Comment 04 Sep 2019

Y'all act like you're from Cincinnati but haven't even asked about high schools yet, smh. 

Gotta start taking lessons in how to do a Cincinnati flex from stxbuck. 

Does this mean there are at least 86 other "CincyBuck" users?  What a wild ride it's been...

Comment 04 Sep 2019

But...he's paid to get clicks so when you dip your toes into the "OSU isn't great" pond, the clicking will come fast and hard.

Or maybe – just maybe! – he doesn't think Ohio State looked like a top five team on Saturday.

Comment 30 Aug 2019

It's like people scour the site they claim to not read to find any slight, however minor, to get outraged over.

Unpopular opinion: A decent-sized chunk of our fan base has a bit of a persecution complex and is absolutely insufferable about it.

Example: Losing their shit over Jack Miller's ESPN300 rating (ignoring that ESPN was higher on some OSU commits than 247) only to see him see similar drops in Rivals and 247 later that same week. Or how when a national media outlet writes a 3,000 word feature on someone affiliated with the program, it gets far less attention than when OSU shows up 6th on a list where people think they should be 2nd or 3rd. 

Might have something to do with the local media's unabashed homerism (see: multiple beat writers tweeting jokes regularly about Michigan and Jim Harbaugh as if they were fans instead of objective reporters) that has completely shifted the perception of what quality coverage of this program actually looks like.  

Comment 11 Aug 2019

but knowing that it's a netflix production

It's not; Netflix bought the distribution rights (as they have with many documentaries) but had no role in creating the film. 

That's how most documentaries make it to streaming – they're produced/filmed by (usually) independent filmmakers, then they pitch the rights to the different streaming services.

Another misconception: it's extremely rare for subjects of documentaries to be paid by the filmmakers – and when they are (as was the case in one of the recent Fyre Festival docs) it's seen as highly unethical. Even after these filmmakers sell the rights to streaming services, the subjects don't get a cut.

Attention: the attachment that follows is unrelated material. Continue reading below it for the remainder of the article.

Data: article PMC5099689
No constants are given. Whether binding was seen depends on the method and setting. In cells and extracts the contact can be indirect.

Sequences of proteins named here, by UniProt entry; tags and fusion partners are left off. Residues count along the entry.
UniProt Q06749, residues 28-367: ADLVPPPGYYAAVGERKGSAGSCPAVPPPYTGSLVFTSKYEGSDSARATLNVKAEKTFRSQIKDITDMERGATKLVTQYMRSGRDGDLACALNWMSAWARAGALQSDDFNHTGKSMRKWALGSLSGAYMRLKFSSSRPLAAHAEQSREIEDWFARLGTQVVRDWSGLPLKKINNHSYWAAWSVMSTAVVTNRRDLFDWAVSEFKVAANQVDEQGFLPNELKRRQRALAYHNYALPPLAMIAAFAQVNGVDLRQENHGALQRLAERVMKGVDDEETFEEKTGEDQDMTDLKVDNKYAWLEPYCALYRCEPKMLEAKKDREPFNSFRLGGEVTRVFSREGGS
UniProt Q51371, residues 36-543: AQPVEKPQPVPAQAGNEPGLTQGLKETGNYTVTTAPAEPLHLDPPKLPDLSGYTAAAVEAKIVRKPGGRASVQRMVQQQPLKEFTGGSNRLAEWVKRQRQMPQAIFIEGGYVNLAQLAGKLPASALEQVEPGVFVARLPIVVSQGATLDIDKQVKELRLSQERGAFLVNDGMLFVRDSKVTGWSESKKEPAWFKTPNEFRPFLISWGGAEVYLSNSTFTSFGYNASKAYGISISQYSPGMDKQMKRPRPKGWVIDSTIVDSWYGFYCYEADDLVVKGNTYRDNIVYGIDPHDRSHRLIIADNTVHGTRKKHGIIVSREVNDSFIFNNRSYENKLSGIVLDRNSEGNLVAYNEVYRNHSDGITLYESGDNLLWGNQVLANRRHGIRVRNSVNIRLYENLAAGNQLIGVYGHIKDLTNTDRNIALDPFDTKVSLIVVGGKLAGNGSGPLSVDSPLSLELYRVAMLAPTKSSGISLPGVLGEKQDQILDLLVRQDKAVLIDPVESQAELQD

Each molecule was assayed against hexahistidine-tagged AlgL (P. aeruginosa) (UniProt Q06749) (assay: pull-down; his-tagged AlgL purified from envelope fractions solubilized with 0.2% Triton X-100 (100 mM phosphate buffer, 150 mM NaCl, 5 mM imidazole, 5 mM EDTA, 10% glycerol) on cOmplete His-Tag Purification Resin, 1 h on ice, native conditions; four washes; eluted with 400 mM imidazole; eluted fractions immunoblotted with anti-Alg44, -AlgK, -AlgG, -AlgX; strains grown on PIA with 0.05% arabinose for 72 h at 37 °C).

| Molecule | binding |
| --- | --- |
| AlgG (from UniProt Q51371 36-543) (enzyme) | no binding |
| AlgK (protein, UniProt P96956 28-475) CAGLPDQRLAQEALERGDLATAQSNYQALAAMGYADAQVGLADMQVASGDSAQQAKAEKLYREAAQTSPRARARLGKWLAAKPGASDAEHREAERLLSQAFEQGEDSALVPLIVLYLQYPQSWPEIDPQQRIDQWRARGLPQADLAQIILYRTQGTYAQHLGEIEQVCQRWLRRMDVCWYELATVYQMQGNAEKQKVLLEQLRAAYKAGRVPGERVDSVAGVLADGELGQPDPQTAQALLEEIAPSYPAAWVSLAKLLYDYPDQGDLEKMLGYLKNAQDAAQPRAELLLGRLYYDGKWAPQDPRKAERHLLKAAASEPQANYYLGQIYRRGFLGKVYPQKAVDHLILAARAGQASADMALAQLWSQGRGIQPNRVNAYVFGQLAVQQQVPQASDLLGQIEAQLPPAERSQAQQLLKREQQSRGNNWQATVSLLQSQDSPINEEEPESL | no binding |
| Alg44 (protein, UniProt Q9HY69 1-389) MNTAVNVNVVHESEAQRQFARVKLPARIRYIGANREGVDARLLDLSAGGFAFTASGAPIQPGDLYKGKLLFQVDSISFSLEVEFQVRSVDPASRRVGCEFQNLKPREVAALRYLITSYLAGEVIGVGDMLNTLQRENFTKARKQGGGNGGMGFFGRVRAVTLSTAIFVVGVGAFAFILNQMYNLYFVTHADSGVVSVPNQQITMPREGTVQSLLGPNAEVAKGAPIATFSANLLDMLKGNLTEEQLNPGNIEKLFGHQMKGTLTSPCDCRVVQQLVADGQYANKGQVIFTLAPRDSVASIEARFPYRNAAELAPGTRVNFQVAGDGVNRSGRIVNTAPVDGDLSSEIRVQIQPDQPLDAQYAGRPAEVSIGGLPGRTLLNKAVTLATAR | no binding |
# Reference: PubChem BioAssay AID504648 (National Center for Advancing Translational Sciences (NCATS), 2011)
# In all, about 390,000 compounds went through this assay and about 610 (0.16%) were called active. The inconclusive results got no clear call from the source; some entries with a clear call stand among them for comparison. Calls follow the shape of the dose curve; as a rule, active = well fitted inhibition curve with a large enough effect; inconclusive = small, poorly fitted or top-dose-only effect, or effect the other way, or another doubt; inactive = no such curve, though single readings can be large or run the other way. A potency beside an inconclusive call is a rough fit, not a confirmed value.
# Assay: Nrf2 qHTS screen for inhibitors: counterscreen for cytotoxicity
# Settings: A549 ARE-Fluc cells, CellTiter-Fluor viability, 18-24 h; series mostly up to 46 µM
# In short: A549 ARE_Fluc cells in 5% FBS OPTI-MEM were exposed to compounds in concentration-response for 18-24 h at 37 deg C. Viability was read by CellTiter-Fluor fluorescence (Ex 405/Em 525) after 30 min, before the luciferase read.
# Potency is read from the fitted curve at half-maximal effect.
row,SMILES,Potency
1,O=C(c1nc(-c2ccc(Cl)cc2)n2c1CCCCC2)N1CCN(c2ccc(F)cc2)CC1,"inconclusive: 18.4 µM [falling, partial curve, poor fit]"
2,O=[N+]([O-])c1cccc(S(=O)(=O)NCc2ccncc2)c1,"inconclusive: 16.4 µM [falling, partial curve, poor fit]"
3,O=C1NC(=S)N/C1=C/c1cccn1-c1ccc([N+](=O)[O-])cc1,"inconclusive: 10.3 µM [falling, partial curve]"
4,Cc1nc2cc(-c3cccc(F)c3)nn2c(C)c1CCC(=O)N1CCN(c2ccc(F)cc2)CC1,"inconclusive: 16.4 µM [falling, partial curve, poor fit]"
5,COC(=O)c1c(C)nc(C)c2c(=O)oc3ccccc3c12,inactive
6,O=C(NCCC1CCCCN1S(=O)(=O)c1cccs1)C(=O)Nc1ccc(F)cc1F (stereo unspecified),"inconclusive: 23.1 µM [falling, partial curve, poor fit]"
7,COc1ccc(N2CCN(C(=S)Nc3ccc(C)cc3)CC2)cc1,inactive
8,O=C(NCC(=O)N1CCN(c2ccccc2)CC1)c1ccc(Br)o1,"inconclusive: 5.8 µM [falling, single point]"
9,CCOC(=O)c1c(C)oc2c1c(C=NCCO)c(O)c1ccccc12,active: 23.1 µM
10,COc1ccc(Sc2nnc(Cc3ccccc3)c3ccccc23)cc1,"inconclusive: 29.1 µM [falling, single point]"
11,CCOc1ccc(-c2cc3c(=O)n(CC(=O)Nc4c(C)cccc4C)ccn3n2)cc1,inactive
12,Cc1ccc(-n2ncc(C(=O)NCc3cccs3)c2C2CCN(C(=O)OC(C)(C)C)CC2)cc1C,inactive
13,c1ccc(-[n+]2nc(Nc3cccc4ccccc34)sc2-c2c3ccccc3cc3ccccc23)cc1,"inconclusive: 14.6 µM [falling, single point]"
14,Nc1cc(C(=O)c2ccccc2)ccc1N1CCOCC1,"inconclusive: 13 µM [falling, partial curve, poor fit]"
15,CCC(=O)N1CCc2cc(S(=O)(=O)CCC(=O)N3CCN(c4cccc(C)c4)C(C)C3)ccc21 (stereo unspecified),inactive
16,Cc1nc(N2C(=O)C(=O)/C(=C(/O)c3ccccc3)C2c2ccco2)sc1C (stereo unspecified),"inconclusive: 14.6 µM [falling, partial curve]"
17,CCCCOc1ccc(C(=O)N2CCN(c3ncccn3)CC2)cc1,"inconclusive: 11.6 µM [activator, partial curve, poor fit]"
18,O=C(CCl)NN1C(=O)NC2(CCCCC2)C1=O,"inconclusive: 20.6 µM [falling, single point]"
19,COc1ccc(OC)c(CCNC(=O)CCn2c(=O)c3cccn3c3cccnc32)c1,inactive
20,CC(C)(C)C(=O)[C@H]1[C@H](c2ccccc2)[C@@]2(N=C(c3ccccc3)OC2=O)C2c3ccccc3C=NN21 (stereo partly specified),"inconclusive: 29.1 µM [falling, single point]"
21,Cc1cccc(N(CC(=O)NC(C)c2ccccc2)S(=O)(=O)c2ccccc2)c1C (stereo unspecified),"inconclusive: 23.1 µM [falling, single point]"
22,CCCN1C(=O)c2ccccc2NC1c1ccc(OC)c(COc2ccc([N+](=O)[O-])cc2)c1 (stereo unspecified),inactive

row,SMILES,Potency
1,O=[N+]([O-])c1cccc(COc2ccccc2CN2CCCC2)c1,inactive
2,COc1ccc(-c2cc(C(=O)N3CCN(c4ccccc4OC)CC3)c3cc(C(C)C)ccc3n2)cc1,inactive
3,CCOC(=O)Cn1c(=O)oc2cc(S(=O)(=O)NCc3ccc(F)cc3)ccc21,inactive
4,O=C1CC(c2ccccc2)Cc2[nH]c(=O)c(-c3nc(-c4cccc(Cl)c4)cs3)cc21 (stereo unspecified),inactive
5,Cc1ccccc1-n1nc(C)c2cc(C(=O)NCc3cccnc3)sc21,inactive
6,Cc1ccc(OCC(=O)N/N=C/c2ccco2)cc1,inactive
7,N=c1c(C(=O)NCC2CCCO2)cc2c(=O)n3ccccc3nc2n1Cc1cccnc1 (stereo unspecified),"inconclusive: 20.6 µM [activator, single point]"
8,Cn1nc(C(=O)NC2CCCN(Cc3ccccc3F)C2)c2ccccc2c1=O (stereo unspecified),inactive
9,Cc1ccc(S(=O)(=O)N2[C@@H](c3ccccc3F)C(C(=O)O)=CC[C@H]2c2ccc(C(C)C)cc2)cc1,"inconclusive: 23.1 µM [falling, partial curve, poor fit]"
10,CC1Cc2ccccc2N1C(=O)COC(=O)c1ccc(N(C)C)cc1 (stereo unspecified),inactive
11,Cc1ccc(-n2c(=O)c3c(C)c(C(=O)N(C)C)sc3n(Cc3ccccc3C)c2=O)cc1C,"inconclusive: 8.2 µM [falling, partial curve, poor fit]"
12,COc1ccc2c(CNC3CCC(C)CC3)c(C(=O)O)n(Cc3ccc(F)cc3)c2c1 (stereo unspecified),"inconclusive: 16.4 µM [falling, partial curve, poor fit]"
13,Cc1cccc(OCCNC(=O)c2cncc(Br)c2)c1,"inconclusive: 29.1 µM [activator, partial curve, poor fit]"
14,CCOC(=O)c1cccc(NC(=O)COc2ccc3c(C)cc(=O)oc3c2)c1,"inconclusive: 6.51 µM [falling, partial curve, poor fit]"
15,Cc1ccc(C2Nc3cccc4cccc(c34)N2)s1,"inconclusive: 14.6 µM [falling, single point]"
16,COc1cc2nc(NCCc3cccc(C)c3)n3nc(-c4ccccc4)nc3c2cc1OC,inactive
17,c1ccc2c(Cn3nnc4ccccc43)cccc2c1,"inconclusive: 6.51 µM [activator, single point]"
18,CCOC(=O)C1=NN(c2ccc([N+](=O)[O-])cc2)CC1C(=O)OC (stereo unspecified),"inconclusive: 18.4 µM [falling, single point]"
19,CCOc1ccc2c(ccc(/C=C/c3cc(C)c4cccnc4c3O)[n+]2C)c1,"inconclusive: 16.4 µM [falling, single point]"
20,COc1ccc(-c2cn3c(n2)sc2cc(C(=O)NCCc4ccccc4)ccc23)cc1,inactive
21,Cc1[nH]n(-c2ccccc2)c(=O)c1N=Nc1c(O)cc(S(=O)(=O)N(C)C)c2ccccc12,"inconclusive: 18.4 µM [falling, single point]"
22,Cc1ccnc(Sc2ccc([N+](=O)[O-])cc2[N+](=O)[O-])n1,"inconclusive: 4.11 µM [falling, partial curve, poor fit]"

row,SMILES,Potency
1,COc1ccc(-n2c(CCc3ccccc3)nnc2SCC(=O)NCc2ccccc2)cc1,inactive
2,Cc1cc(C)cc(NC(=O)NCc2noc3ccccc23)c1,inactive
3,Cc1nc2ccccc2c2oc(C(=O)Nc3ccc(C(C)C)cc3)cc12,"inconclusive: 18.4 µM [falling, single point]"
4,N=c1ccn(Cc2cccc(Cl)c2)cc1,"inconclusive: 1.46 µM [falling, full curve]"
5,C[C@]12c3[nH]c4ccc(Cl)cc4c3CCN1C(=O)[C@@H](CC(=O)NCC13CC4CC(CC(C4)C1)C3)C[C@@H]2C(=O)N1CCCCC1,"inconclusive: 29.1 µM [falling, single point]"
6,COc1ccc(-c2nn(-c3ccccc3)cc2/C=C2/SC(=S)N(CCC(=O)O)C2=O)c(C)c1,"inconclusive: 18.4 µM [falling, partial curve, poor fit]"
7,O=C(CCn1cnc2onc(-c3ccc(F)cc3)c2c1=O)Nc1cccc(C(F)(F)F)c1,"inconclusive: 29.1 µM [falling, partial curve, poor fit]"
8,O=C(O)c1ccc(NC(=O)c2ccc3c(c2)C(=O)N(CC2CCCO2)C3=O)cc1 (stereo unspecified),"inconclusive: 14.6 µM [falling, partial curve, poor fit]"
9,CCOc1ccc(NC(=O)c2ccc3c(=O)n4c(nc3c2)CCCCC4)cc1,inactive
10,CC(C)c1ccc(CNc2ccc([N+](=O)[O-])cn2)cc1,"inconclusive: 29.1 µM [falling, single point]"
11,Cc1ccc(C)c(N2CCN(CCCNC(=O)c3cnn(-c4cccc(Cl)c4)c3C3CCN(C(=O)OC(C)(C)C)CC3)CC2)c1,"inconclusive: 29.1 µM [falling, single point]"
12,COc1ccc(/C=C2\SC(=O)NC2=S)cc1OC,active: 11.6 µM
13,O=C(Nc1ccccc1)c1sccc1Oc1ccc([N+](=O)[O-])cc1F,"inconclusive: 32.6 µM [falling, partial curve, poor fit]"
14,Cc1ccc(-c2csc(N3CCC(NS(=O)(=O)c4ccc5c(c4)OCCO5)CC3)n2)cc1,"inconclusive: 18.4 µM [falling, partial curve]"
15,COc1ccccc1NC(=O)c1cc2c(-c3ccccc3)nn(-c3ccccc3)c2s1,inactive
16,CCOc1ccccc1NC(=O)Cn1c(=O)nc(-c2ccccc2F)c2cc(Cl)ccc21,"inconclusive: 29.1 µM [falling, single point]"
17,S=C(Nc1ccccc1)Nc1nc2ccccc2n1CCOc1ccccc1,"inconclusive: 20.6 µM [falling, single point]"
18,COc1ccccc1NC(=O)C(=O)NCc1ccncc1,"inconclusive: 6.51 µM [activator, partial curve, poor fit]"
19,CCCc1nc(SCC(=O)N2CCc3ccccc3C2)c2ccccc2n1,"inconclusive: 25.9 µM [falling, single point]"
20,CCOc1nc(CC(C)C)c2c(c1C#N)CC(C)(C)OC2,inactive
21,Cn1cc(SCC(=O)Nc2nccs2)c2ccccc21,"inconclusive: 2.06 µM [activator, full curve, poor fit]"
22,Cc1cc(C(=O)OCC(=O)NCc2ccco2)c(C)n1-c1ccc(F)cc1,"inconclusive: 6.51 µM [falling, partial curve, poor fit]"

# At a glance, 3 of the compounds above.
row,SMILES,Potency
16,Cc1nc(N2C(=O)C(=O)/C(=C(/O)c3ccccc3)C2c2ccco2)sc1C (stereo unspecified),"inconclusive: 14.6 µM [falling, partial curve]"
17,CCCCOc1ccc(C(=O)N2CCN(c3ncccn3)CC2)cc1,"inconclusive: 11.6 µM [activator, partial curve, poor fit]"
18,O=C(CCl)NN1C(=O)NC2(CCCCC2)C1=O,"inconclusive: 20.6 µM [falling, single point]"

Comment 07 Aug 2019

That's what I'm referring to, though.

Should Texas be ranked that high? I don't know, but it's a preseason poll so really you can rank anyone anywhere because the justifications for any ranking at this point are all over the place. 

At the end of the day, Ohio State is ranked one spot lower than people think they should be. People in this thread act like Texas at 5 is a direct insult to their families. 

Comment 07 Aug 2019

Being that riled up over a preseason poll that has us one spot lower than we should be is probably a bigger sign of insanity imo 

Comment 07 Aug 2019

have no upgrade in their players this year, but somehow everyone thinks they'll be better than last year?

Returning players tend to be better with an additional year of experience + offseason. Ratings like these tend to prioritize returning talent – Michigan has a lot of that – rather than pure upside (although this poll seems higher on OSU relative to Michigan compared to others).

Also, Michigan's new offensive scheme actually comes from after World War II so they should see some improvement there. 

Comment 07 Aug 2019

Are people really getting bent out of shape out of *one* poll having us at six while most others have us at five? C'mon guys this shit does not matter at all. 

Comment 06 Aug 2019

They're obviously not taking him, but Cox was good enough to play quite a bit as a true freshman at a position that's not his natural one (OLB instead of DE) for one of the five best teams in the country. If he was going to end up here (obviously he's not) he could definitely take reps from Fridiay and JJB at least.